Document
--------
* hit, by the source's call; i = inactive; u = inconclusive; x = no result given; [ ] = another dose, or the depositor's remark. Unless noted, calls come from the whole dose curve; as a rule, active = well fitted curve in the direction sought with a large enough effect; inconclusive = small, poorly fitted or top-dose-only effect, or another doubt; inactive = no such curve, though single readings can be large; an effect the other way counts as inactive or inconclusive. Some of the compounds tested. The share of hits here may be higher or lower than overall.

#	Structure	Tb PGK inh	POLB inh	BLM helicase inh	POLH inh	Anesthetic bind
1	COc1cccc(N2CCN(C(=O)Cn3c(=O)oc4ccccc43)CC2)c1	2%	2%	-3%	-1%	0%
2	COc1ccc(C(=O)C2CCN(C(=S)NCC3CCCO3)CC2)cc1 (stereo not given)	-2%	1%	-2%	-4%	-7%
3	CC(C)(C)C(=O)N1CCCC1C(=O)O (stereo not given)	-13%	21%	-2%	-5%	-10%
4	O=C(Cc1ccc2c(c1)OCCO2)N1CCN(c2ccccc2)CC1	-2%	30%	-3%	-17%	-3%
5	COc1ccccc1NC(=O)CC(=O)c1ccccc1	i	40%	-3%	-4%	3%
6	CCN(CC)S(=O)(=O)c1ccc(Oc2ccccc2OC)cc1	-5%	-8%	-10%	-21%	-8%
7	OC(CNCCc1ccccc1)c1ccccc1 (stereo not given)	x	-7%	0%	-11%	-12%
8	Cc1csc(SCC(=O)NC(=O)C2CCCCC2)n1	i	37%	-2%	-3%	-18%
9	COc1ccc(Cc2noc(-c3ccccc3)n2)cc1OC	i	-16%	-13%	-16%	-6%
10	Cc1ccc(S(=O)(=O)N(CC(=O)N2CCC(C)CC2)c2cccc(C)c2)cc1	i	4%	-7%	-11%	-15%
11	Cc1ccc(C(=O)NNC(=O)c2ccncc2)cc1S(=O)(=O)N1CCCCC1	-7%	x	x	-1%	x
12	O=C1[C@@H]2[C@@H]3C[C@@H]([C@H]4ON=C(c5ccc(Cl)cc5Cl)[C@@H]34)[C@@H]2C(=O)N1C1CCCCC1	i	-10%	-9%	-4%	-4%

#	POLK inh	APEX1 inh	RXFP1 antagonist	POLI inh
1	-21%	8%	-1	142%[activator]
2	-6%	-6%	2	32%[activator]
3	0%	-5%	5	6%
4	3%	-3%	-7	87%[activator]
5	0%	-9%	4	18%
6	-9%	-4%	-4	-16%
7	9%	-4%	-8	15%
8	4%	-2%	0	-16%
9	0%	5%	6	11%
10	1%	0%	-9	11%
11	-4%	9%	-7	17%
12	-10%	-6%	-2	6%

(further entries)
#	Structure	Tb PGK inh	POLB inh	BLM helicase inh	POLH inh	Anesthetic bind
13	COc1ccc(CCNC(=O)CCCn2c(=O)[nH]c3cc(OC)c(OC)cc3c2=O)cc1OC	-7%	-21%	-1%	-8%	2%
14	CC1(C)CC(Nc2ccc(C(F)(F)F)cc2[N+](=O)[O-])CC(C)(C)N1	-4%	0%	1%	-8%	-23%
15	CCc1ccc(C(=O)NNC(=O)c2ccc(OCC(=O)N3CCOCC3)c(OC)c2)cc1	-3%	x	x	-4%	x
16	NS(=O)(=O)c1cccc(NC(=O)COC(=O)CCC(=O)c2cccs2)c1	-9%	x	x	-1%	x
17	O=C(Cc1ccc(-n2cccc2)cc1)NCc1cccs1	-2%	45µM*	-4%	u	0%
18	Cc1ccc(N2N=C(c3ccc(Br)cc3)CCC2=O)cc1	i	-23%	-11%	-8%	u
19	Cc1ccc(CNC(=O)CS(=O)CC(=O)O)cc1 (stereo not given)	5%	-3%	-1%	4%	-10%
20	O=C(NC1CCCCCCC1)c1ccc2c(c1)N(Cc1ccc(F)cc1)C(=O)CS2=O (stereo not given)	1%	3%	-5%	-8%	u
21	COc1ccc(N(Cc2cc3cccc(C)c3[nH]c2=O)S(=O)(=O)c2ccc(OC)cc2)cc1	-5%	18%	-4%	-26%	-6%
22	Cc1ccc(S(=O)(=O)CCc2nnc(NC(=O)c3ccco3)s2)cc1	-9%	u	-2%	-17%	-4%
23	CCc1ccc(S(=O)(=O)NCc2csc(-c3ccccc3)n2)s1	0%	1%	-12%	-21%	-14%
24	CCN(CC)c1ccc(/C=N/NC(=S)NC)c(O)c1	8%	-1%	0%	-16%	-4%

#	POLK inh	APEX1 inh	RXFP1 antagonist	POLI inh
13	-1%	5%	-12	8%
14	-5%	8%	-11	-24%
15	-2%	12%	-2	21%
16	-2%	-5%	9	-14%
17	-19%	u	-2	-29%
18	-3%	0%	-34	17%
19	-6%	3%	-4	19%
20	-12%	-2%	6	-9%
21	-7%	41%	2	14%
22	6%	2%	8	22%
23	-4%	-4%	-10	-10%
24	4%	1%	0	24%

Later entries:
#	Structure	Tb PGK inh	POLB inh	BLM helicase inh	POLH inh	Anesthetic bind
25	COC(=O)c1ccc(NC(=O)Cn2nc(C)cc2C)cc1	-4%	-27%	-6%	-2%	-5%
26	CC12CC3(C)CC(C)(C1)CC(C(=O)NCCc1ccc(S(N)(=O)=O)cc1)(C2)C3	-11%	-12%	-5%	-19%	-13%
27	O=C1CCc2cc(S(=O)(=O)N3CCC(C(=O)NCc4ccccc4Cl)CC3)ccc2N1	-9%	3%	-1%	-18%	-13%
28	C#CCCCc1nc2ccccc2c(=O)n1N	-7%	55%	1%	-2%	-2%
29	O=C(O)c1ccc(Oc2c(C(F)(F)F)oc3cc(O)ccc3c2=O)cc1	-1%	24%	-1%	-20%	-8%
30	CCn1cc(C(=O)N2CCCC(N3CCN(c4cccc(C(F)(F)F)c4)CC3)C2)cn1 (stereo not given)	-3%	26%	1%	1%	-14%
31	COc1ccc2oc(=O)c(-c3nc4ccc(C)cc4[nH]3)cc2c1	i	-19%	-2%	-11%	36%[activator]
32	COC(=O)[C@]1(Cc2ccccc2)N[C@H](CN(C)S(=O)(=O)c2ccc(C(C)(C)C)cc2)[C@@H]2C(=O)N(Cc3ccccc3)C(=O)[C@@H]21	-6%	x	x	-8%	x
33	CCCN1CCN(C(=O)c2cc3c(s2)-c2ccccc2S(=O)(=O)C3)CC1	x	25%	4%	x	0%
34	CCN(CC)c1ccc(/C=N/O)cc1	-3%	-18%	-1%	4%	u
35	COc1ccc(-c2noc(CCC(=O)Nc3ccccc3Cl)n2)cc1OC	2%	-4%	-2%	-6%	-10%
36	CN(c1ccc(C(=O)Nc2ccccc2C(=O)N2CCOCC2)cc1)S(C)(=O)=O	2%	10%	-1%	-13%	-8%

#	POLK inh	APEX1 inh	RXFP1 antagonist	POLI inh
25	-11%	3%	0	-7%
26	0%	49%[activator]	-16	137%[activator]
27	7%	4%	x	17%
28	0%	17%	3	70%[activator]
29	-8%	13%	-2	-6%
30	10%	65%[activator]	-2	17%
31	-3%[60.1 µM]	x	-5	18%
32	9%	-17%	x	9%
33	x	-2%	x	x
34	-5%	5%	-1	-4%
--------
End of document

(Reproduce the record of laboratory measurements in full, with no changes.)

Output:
* hit, by the source's call; i = inactive; u = inconclusive; x = no result given; [ ] = another dose, or the depositor's remark. Unless noted, calls come from the whole dose curve; as a rule, active = well fitted curve in the direction sought with a large enough effect; inconclusive = small, poorly fitted or top-dose-only effect, or another doubt; inactive = no such curve, though single readings can be large; an effect the other way counts as inactive or inconclusive. Some of the compounds tested. The share of hits here may be higher or lower than overall.

#	Structure	Tb PGK inh	POLB inh	BLM helicase inh	POLH inh	Anesthetic bind
1	COc1cccc(N2CCN(C(=O)Cn3c(=O)oc4ccccc43)CC2)c1	2%	2%	-3%	-1%	0%
2	COc1ccc(C(=O)C2CCN(C(=S)NCC3CCCO3)CC2)cc1 (stereo not given)	-2%	1%	-2%	-4%	-7%
3	CC(C)(C)C(=O)N1CCCC1C(=O)O (stereo not given)	-13%	21%	-2%	-5%	-10%
4	O=C(Cc1ccc2c(c1)OCCO2)N1CCN(c2ccccc2)CC1	-2%	30%	-3%	-17%	-3%
5	COc1ccccc1NC(=O)CC(=O)c1ccccc1	i	40%	-3%	-4%	3%
6	CCN(CC)S(=O)(=O)c1ccc(Oc2ccccc2OC)cc1	-5%	-8%	-10%	-21%	-8%
7	OC(CNCCc1ccccc1)c1ccccc1 (stereo not given)	x	-7%	0%	-11%	-12%
8	Cc1csc(SCC(=O)NC(=O)C2CCCCC2)n1	i	37%	-2%	-3%	-18%
9	COc1ccc(Cc2noc(-c3ccccc3)n2)cc1OC	i	-16%	-13%	-16%	-6%
10	Cc1ccc(S(=O)(=O)N(CC(=O)N2CCC(C)CC2)c2cccc(C)c2)cc1	i	4%	-7%	-11%	-15%
11	Cc1ccc(C(=O)NNC(=O)c2ccncc2)cc1S(=O)(=O)N1CCCCC1	-7%	x	x	-1%	x
12	O=C1[C@@H]2[C@@H]3C[C@@H]([C@H]4ON=C(c5ccc(Cl)cc5Cl)[C@@H]34)[C@@H]2C(=O)N1C1CCCCC1	i	-10%	-9%	-4%	-4%

#	POLK inh	APEX1 inh	RXFP1 antagonist	POLI inh
1	-21%	8%	-1	142%[activator]
2	-6%	-6%	2	32%[activator]
3	0%	-5%	5	6%
4	3%	-3%	-7	87%[activator]
5	0%	-9%	4	18%
6	-9%	-4%	-4	-16%
7	9%	-4%	-8	15%
8	4%	-2%	0	-16%
9	0%	5%	6	11%
10	1%	0%	-9	11%
11	-4%	9%	-7	17%
12	-10%	-6%	-2	6%

(further entries)
#	Structure	Tb PGK inh	POLB inh	BLM helicase inh	POLH inh	Anesthetic bind
13	COc1ccc(CCNC(=O)CCCn2c(=O)[nH]c3cc(OC)c(OC)cc3c2=O)cc1OC	-7%	-21%	-1%	-8%	2%
14	CC1(C)CC(Nc2ccc(C(F)(F)F)cc2[N+](=O)[O-])CC(C)(C)N1	-4%	0%	1%	-8%	-23%
15	CCc1ccc(C(=O)NNC(=O)c2ccc(OCC(=O)N3CCOCC3)c(OC)c2)cc1	-3%	x	x	-4%	x
16	NS(=O)(=O)c1cccc(NC(=O)COC(=O)CCC(=O)c2cccs2)c1	-9%	x	x	-1%	x
17	O=C(Cc1ccc(-n2cccc2)cc1)NCc1cccs1	-2%	45µM*	-4%	u	0%
18	Cc1ccc(N2N=C(c3ccc(Br)cc3)CCC2=O)cc1	i	-23%	-11%	-8%	u
19	Cc1ccc(CNC(=O)CS(=O)CC(=O)O)cc1 (stereo not given)	5%	-3%	-1%	4%	-10%
20	O=C(NC1CCCCCCC1)c1ccc2c(c1)N(Cc1ccc(F)cc1)C(=O)CS2=O (stereo not given)	1%	3%	-5%	-8%	u
21	COc1ccc(N(Cc2cc3cccc(C)c3[nH]c2=O)S(=O)(=O)c2ccc(OC)cc2)cc1	-5%	18%	-4%	-26%	-6%
22	Cc1ccc(S(=O)(=O)CCc2nnc(NC(=O)c3ccco3)s2)cc1	-9%	u	-2%	-17%	-4%
23	CCc1ccc(S(=O)(=O)NCc2csc(-c3ccccc3)n2)s1	0%	1%	-12%	-21%	-14%
24	CCN(CC)c1ccc(/C=N/NC(=S)NC)c(O)c1	8%	-1%	0%	-16%	-4%

#	POLK inh	APEX1 inh	RXFP1 antagonist	POLI inh
13	-1%	5%	-12	8%
14	-5%	8%	-11	-24%
15	-2%	12%	-2	21%
16	-2%	-5%	9	-14%
17	-19%	u	-2	-29%
18	-3%	0%	-34	17%
19	-6%	3%	-4	19%
20	-12%	-2%	6	-9%
21	-7%	41%	2	14%
22	6%	2%	8	22%
23	-4%	-4%	-10	-10%
24	4%	1%	0	24%

Later entries:
#	Structure	Tb PGK inh	POLB inh	BLM helicase inh	POLH inh	Anesthetic bind
25	COC(=O)c1ccc(NC(=O)Cn2nc(C)cc2C)cc1	-4%	-27%	-6%	-2%	-5%
26	CC12CC3(C)CC(C)(C1)CC(C(=O)NCCc1ccc(S(N)(=O)=O)cc1)(C2)C3	-11%	-12%	-5%	-19%	-13%
27	O=C1CCc2cc(S(=O)(=O)N3CCC(C(=O)NCc4ccccc4Cl)CC3)ccc2N1	-9%	3%	-1%	-18%	-13%
28	C#CCCCc1nc2ccccc2c(=O)n1N	-7%	55%	1%	-2%	-2%
29	O=C(O)c1ccc(Oc2c(C(F)(F)F)oc3cc(O)ccc3c2=O)cc1	-1%	24%	-1%	-20%	-8%
30	CCn1cc(C(=O)N2CCCC(N3CCN(c4cccc(C(F)(F)F)c4)CC3)C2)cn1 (stereo not given)	-3%	26%	1%	1%	-14%
31	COc1ccc2oc(=O)c(-c3nc4ccc(C)cc4[nH]3)cc2c1	i	-19%	-2%	-11%	36%[activator]
32	COC(=O)[C@]1(Cc2ccccc2)N[C@H](CN(C)S(=O)(=O)c2ccc(C(C)(C)C)cc2)[C@@H]2C(=O)N(Cc3ccccc3)C(=O)[C@@H]21	-6%	x	x	-8%	x
33	CCCN1CCN(C(=O)c2cc3c(s2)-c2ccccc2S(=O)(=O)C3)CC1	x	25%	4%	x	0%
34	CCN(CC)c1ccc(/C=N/O)cc1	-3%	-18%	-1%	4%	u
35	COc1ccc(-c2noc(CCC(=O)Nc3ccccc3Cl)n2)cc1OC	2%	-4%	-2%	-6%	-10%
36	CN(c1ccc(C(=O)Nc2ccccc2C(=O)N2CCOCC2)cc1)S(C)(=O)=O	2%	10%	-1%	-13%	-8%

#	POLK inh	APEX1 inh	RXFP1 antagonist	POLI inh
25	-11%	3%	0	-7%
26	0%	49%[activator]	-16	137%[activator]
27	7%	4%	x	17%
28	0%	17%	3	70%[activator]
29	-8%	13%	-2	-6%
30	10%	65%[activator]	-2	17%
31	-3%[60.1 µM]	x	-5	18%
32	9%	-17%	x	9%
33	x	-2%	x	x
34	-5%	5%	-1	-4%